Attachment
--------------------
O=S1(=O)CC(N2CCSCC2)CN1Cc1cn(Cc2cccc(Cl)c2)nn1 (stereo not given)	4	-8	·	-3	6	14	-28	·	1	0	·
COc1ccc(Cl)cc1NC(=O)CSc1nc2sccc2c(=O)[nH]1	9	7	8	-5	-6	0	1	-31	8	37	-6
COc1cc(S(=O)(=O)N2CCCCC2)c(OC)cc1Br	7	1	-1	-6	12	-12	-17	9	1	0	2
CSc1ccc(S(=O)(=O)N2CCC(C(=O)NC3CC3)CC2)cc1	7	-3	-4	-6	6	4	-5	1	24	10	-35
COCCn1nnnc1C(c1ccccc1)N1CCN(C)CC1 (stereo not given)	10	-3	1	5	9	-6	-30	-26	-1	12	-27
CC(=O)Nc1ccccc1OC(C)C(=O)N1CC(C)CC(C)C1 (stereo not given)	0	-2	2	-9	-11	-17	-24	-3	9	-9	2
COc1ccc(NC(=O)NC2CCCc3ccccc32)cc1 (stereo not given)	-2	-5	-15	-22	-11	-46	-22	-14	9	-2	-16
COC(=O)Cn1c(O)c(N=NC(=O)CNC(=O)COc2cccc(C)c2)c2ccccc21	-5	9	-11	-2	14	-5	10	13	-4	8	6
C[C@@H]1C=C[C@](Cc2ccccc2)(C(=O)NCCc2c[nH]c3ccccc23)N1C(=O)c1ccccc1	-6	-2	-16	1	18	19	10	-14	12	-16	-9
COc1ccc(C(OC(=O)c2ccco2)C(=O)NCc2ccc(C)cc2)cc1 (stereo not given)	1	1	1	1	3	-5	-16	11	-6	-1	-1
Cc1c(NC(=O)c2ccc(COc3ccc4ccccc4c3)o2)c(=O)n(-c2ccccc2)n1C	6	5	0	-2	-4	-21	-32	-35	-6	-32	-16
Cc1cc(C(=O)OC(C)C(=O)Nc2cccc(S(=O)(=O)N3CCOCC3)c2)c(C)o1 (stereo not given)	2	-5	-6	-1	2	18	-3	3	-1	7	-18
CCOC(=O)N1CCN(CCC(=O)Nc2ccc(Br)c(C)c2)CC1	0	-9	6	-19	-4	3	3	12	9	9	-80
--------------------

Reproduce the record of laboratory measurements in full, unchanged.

O=S1(=O)CC(N2CCSCC2)CN1Cc1cn(Cc2cccc(Cl)c2)nn1 (stereo not given)	4	-8	·	-3	6	14	-28	·	1	0	·
COc1ccc(Cl)cc1NC(=O)CSc1nc2sccc2c(=O)[nH]1	9	7	8	-5	-6	0	1	-31	8	37	-6
COc1cc(S(=O)(=O)N2CCCCC2)c(OC)cc1Br	7	1	-1	-6	12	-12	-17	9	1	0	2
CSc1ccc(S(=O)(=O)N2CCC(C(=O)NC3CC3)CC2)cc1	7	-3	-4	-6	6	4	-5	1	24	10	-35
COCCn1nnnc1C(c1ccccc1)N1CCN(C)CC1 (stereo not given)	10	-3	1	5	9	-6	-30	-26	-1	12	-27
CC(=O)Nc1ccccc1OC(C)C(=O)N1CC(C)CC(C)C1 (stereo not given)	0	-2	2	-9	-11	-17	-24	-3	9	-9	2
COc1ccc(NC(=O)NC2CCCc3ccccc32)cc1 (stereo not given)	-2	-5	-15	-22	-11	-46	-22	-14	9	-2	-16
COC(=O)Cn1c(O)c(N=NC(=O)CNC(=O)COc2cccc(C)c2)c2ccccc21	-5	9	-11	-2	14	-5	10	13	-4	8	6
C[C@@H]1C=C[C@](Cc2ccccc2)(C(=O)NCCc2c[nH]c3ccccc23)N1C(=O)c1ccccc1	-6	-2	-16	1	18	19	10	-14	12	-16	-9
COc1ccc(C(OC(=O)c2ccco2)C(=O)NCc2ccc(C)cc2)cc1 (stereo not given)	1	1	1	1	3	-5	-16	11	-6	-1	-1
Cc1c(NC(=O)c2ccc(COc3ccc4ccccc4c3)o2)c(=O)n(-c2ccccc2)n1C	6	5	0	-2	-4	-21	-32	-35	-6	-32	-16
Cc1cc(C(=O)OC(C)C(=O)Nc2cccc(S(=O)(=O)N3CCOCC3)c2)c(C)o1 (stereo not given)	2	-5	-6	-1	2	18	-3	3	-1	7	-18
CCOC(=O)N1CCN(CCC(=O)Nc2ccc(Br)c(C)c2)CC1	0	-9	6	-19	-4	3	3	12	9	9	-80